In this poster for the Design Monat network, the designer has overlaid a transparent box onto the eye-catching map graphic. In doing so, the outside of the map becomes the border. This is a great way to use negative space in framing, while drawing attention to the most important part of the poster—the text in the box.

Featuring a cut-out box element layered over an image, check out Canva’s Summer Bordered Teen Magazine Cover template to achieve a similar look.

Gist by Anagrama Studio, The principle of framing in graphic design

via Behance

This inset border for lifestyle magazine GIST is anything but boring! With a stunning gradient effect, it’s a great reminder that your border doesn’t always have to blend into the background. In this case, it almost becomes the centrepiece of the magazine cover!

Want to experiment with a multicolored border in your own designs? Canva’s Colorful Bordered Black Friday Discount Flyer template is a great place to start.

Art Landing Page by Burak Yilmaz, The principle of framing in graphic design

via Dribbble

The framing in this website sculpture design company Aristo Art is imperfect—and that’s exactly what makes it so interesting! The designer has layered a border in the bottom right corner with another inset one traversing three edges. The subtle grid background also adds some degree of framing. All in all, it creates an unexpected look that works firmly in its favor.

Want to achieve a similar broken border look in your own design? Canva’s Cream Corner Frame Photography Logo provides the ideal (almost) blank canvas.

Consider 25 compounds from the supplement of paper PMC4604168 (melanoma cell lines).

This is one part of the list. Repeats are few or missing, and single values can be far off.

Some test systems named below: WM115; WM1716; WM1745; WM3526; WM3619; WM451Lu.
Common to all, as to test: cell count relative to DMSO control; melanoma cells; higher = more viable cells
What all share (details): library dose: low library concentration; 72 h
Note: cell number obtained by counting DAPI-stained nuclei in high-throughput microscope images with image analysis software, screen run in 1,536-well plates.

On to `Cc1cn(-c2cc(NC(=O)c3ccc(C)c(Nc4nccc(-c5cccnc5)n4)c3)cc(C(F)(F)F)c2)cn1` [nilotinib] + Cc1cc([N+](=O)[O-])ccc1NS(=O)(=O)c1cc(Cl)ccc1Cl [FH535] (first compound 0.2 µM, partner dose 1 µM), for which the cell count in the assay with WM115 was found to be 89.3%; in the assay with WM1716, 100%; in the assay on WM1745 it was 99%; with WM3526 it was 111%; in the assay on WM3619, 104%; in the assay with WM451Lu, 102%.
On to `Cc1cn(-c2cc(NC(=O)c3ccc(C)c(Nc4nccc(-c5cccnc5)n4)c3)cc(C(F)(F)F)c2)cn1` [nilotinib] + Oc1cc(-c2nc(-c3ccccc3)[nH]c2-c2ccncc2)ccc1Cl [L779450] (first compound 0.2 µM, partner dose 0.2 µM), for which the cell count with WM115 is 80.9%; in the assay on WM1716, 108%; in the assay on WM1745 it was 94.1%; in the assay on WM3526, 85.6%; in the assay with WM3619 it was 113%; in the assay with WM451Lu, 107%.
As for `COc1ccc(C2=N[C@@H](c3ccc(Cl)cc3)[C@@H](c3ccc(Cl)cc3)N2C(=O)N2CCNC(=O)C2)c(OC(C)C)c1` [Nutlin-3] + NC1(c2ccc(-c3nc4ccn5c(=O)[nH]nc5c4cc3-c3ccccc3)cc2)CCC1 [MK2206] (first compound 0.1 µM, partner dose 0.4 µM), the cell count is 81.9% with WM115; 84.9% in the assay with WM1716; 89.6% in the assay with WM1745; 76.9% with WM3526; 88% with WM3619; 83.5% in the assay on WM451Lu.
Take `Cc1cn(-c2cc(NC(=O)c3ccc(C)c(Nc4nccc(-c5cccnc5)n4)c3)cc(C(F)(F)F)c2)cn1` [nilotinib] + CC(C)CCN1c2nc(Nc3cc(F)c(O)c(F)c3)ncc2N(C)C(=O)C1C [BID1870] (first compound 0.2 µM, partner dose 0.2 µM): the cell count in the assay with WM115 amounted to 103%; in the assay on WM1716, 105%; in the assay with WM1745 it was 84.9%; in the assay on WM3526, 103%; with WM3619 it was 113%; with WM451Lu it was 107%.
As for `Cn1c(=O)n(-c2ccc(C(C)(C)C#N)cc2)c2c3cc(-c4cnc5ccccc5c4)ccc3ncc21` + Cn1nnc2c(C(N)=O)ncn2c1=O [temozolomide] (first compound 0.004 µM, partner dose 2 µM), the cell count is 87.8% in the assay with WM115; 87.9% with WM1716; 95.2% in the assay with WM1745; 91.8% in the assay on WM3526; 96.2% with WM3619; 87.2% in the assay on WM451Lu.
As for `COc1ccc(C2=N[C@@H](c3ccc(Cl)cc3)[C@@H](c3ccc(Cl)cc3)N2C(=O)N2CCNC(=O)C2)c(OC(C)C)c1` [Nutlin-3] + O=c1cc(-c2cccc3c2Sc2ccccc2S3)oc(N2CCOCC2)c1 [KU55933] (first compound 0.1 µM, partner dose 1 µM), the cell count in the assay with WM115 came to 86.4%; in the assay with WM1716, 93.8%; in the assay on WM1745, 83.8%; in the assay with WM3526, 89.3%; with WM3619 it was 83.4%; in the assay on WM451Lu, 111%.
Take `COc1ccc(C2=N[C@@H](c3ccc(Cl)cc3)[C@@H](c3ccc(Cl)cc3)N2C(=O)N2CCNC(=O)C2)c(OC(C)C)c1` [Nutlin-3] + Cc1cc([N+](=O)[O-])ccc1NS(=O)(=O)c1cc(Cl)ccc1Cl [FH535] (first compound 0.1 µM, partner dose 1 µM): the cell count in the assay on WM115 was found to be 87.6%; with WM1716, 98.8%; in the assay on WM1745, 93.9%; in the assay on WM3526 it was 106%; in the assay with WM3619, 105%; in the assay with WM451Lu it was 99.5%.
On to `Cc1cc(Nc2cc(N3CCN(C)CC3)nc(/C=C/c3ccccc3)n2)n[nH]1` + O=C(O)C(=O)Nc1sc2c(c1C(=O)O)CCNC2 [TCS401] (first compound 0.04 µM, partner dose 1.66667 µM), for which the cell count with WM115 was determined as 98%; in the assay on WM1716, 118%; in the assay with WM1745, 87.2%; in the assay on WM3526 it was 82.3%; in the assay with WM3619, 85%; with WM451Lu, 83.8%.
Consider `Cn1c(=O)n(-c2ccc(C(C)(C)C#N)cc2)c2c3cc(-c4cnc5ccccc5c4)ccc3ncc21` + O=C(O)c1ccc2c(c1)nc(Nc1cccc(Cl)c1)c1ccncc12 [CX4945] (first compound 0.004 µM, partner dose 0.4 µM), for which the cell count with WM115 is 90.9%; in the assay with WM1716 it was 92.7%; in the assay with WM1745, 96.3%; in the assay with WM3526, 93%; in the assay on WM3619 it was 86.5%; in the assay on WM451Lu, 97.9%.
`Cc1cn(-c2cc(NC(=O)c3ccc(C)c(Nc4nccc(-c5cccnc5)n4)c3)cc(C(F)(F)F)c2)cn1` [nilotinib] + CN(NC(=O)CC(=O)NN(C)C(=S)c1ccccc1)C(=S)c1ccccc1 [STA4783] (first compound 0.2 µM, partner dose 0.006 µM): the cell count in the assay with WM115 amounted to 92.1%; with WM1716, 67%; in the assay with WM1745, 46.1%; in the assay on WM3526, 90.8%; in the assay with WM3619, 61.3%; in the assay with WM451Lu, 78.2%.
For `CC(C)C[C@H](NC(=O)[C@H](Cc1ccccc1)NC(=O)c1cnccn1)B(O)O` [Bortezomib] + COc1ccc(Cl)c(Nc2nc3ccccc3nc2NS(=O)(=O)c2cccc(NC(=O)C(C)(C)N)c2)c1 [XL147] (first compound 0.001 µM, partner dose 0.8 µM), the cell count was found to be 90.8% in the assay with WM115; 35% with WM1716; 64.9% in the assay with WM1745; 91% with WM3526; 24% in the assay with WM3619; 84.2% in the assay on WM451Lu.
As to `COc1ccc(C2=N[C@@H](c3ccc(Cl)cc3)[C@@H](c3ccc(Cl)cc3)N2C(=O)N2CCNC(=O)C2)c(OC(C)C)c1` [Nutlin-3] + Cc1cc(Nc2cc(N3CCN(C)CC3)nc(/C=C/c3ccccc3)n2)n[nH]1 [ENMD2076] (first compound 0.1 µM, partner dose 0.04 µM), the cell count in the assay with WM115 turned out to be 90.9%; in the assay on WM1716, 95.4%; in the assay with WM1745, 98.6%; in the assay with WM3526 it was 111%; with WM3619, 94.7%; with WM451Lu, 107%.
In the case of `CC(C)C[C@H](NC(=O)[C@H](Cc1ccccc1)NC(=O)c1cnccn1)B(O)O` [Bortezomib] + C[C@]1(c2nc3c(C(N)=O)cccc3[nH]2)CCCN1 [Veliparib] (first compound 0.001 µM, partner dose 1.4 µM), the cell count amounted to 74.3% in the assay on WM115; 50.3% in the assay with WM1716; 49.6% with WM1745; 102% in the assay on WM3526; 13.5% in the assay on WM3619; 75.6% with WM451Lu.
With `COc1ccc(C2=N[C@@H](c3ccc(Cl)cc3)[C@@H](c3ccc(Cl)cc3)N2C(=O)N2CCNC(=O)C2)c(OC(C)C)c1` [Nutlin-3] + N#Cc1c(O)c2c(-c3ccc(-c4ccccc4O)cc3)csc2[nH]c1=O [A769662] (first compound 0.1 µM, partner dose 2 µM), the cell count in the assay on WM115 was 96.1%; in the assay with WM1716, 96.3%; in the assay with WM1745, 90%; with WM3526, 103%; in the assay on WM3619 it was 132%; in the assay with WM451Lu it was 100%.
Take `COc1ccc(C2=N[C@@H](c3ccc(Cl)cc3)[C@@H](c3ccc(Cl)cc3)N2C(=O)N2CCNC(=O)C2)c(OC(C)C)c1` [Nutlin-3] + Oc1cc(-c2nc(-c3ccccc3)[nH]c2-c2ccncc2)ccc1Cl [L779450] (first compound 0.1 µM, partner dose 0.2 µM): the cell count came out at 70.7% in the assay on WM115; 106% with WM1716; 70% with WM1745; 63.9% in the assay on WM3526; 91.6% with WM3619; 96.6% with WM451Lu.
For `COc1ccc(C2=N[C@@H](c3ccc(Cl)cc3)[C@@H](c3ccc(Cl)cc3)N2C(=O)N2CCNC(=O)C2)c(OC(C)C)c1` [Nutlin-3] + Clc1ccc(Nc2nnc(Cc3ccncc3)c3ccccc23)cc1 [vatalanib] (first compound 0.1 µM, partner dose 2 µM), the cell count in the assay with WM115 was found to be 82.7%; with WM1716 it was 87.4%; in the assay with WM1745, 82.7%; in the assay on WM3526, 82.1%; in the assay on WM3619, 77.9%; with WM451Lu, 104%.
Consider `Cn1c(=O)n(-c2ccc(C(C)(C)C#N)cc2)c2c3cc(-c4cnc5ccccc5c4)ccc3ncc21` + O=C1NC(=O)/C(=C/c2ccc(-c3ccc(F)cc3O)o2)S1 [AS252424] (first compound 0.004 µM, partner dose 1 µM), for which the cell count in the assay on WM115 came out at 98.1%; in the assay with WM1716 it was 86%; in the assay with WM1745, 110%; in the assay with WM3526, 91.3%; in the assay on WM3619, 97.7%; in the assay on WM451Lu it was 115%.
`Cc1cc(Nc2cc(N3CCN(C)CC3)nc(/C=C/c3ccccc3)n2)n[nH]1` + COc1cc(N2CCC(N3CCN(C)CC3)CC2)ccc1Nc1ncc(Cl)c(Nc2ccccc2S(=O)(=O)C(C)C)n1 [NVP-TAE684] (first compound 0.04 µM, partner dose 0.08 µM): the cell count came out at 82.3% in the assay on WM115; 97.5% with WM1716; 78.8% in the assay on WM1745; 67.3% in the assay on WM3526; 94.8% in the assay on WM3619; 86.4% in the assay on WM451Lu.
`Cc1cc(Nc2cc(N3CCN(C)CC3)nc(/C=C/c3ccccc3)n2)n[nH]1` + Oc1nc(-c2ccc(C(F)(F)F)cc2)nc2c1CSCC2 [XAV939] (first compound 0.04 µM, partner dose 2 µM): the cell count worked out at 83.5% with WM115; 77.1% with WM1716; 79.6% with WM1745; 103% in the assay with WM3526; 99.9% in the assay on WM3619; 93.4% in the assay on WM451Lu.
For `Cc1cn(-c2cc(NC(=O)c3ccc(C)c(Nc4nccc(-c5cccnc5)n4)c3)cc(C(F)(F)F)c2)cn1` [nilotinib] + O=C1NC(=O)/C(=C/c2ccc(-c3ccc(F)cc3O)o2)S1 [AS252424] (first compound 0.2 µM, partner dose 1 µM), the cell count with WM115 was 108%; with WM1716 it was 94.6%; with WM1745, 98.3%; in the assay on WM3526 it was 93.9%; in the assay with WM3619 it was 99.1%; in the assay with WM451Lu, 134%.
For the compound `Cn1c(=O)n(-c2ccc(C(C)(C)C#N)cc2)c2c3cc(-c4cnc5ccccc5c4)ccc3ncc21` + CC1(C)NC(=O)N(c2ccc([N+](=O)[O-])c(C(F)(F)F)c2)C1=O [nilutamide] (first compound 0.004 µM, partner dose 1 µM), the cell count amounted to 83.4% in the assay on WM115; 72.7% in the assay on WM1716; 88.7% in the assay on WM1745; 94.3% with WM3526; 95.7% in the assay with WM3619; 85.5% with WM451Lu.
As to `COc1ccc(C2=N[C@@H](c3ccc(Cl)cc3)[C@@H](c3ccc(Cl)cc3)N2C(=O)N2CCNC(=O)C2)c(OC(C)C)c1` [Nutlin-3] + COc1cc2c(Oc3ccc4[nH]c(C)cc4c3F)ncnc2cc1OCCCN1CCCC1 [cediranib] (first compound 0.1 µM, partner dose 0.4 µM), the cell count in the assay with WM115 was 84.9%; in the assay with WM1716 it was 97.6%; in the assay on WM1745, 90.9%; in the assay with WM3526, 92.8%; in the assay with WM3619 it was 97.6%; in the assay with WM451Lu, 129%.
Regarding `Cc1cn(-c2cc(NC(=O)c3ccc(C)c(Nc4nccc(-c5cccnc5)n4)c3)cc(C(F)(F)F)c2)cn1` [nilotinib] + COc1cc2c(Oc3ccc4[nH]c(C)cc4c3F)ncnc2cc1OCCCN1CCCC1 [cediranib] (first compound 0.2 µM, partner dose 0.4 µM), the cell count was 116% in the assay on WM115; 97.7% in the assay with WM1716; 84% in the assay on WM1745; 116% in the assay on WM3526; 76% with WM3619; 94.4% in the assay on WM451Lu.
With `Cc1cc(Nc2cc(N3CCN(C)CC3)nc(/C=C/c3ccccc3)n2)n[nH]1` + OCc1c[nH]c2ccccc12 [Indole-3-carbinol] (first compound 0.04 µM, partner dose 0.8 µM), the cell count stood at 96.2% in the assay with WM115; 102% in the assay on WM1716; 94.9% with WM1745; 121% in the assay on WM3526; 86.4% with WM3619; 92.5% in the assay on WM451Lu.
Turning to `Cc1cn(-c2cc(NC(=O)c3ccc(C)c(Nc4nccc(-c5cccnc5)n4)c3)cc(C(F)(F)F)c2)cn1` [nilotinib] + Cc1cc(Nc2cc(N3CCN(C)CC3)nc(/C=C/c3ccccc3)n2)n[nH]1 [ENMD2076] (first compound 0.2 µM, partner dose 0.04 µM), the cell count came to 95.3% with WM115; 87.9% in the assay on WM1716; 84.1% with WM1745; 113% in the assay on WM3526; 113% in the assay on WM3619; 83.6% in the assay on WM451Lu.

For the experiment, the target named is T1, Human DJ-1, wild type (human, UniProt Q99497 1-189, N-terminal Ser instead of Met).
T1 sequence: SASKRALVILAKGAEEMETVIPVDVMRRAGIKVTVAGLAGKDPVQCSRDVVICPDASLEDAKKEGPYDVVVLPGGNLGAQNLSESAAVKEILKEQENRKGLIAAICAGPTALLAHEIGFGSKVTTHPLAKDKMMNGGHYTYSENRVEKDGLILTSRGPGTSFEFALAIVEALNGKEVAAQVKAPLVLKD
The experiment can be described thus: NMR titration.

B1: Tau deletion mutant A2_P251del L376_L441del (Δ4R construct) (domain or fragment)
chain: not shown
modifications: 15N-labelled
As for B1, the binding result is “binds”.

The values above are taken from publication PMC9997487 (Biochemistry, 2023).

Henthorne Hill, The principle of framing in graphic design

via 99 Designs

From the circle exterior to the delicate lined border around the text in the middle, there’s a multitude of different borders in this image. While in the wrong hands this could look overwhelming, the designer has artfully created a balanced design that is delightful to look at.

For a more pared-back approach to this layered approach, take a look at the Charcoal with Brown Arrow Hipster Logo template in Canva.

When it comes to creating sleek and professional-looking designs, framing shouldn’t just be an afterthought. Because no matter which way you frame it, this is undoubtedly one of the most important principles of graphic design! By using the design tips and inspiration in this article or using a template that’s already perfectly framed, you can create beautiful designs worthy of a place in any art gallery.